While we were in Asheville, I also decided to take Sam to his first movie ever. My Aunt Rhonda and I got tickets to see G-Force in 3D and Sam was all excited about the 3D special effects during the previews. And then the movie started, I looked over, and he was fast asleep. Since neither Aunt Rhonda nor I thought we could stomach two hours of crime-fighting guinea pigs, we picked Sam up and headed down the hall to watch Julie/Julia instead.

I loved the movie and could relate to it on so many levels (none of which, incidentally, was an interest in French cooking). I, too, see writing this blog as a discipline, even though my posts are sporadic. I also struggle a lot with the question "Am I writer or just a blogger?" Like Julie, I get insanely happy every time someone new subscribes to my blog (I'm up to 14 subscribers! Whee!) and I love reading all the comments they leave. I have a friend/fellow blogger/subscriber, Kimberli, who writes an awesome travel blog who has started getting a lot of attention lately. She's been cited by major newspapers and was interviewed on a local TV show. I would be delirious with joy if that ever happened to me. Which is kind of funny, because when I started this blog, I assumed it would be lost forever in cyberspace, and used it mostly to track my progress on my book and post some cute baby pictures for my friends to see. I didn't label my posts, or advertise my web presence in any way. So imagine my surprise when I got an email one day from some random woman saying she was starting up a group blog for creative mothers, had discovered my blog, and would I like to be a contributor? I remember thinking to myself, "Wow! People I don't know are reading this blog. I desperately need to get my you-know-what together!" Like Julia, and her decades-long correspondence with Avis De Voto, I consider Miranda and the other women on that blog ( some of my closest friends and most ardent supporters. And none of it would've happened if I hadn't started writing this.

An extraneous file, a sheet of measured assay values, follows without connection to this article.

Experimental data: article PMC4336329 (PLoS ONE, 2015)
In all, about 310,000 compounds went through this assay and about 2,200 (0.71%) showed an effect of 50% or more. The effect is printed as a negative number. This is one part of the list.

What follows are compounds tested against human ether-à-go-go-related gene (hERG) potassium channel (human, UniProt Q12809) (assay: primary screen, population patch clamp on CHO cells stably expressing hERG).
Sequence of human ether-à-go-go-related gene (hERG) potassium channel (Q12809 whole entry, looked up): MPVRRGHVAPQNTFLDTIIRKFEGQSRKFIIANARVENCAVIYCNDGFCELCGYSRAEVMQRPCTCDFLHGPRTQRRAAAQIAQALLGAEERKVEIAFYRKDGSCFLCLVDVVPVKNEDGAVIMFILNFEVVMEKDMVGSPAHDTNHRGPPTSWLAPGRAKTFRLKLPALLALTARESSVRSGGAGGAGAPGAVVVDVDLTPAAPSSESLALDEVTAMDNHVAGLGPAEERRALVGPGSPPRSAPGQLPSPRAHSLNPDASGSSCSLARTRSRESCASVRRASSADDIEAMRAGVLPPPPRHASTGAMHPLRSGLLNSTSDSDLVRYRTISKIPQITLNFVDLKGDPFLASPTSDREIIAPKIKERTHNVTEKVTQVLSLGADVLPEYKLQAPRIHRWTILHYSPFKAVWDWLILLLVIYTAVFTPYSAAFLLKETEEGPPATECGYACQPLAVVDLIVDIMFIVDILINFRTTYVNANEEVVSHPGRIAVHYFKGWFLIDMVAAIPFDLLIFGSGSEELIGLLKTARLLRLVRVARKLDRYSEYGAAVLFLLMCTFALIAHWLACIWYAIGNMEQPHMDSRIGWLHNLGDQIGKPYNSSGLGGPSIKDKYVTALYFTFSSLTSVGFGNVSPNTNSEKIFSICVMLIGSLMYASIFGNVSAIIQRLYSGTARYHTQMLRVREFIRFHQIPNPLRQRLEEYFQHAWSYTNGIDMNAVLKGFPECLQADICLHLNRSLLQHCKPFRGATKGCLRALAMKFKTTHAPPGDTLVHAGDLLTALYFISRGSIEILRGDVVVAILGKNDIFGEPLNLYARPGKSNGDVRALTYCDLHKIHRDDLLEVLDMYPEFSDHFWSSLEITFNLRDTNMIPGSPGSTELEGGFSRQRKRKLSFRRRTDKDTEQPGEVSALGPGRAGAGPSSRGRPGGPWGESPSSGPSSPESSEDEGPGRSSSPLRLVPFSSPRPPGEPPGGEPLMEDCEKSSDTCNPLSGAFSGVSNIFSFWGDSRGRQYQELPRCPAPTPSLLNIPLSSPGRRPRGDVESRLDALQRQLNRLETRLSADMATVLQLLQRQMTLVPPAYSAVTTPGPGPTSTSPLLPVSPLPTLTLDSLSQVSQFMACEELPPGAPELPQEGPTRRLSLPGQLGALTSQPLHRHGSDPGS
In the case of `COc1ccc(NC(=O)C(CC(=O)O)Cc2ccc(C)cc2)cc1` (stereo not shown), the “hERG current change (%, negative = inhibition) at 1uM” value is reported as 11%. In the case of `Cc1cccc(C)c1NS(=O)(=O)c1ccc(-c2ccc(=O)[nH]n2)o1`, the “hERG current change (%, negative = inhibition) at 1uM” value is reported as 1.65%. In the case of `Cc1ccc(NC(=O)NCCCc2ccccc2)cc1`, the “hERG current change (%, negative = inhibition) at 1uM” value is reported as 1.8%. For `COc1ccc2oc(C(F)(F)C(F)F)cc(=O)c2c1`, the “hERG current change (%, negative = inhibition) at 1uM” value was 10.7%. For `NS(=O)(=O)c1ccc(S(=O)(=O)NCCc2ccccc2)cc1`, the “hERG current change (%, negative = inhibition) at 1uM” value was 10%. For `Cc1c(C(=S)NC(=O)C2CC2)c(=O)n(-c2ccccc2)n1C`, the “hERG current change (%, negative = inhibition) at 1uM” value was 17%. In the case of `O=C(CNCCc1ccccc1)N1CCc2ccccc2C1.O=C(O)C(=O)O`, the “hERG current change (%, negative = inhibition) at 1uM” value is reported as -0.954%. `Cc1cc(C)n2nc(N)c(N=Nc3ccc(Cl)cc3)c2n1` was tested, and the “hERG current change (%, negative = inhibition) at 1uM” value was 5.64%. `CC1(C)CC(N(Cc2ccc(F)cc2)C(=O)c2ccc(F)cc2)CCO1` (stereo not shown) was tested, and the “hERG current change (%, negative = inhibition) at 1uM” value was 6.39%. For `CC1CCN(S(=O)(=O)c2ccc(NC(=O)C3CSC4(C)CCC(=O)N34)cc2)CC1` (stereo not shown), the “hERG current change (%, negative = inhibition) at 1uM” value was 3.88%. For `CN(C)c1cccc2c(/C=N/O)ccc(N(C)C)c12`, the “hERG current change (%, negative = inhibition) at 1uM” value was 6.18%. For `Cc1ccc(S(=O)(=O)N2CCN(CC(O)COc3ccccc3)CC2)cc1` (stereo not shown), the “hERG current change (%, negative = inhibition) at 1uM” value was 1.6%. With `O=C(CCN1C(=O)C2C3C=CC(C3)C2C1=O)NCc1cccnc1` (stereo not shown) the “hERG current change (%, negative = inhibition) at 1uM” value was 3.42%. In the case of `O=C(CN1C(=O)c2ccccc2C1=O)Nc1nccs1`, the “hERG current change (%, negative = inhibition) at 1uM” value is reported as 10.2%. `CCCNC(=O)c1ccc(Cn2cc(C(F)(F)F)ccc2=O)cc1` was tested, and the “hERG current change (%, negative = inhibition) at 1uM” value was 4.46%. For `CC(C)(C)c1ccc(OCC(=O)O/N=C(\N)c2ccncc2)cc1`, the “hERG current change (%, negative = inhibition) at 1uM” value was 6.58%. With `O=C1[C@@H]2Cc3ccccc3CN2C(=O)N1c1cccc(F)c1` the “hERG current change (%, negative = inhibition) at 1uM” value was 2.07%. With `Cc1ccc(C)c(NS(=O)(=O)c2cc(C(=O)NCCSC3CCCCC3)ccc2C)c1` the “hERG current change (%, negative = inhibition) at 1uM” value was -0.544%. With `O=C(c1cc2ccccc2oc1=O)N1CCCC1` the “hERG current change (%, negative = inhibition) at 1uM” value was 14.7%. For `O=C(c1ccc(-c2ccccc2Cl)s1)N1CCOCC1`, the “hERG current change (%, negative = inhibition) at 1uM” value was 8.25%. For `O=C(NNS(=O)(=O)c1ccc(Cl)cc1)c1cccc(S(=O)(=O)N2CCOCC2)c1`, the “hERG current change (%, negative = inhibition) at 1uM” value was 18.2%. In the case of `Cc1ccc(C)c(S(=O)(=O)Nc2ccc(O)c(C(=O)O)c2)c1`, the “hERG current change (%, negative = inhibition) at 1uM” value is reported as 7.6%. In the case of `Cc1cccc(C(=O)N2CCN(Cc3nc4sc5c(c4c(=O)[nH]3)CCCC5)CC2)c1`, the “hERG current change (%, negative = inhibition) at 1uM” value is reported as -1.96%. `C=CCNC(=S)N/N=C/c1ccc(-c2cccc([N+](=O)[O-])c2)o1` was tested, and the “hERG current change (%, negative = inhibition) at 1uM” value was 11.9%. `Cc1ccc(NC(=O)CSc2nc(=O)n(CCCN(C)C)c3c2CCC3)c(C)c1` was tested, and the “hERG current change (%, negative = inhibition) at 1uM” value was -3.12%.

Later in the week, Aunt Rhonda and I also slipped out to see Harry Potter and the Half-Blood Prince. Another great Harry Potter movie. And it made me feel really cool since I can't tell you the last time I saw two movie-theater movies in one week. It had to have been decades ago, if ever. It inspired me to read Harry Potter and the Deathly Hallows over again (a balm for my grief at losing my laptop). I have read the book several times already and am always sad that the series has come to an end.

And since I'm a nervous wreck and going through web-surfing withdrawl, I have started filling my time with productive activities like finishing the felt Christmas stockings I started working on last year and couldn't complete in time. John's came together very nicely yesterday morning, and hopefully I can get mine whipped together in the next couple of days. Now that the mornings are getting darker and fall activities are starting to pop up on the calendar, I feel like it's time to get them finished.


  1. wow, you covered alot in this one!

    i am so sorry about the laptop death - especially the pictures.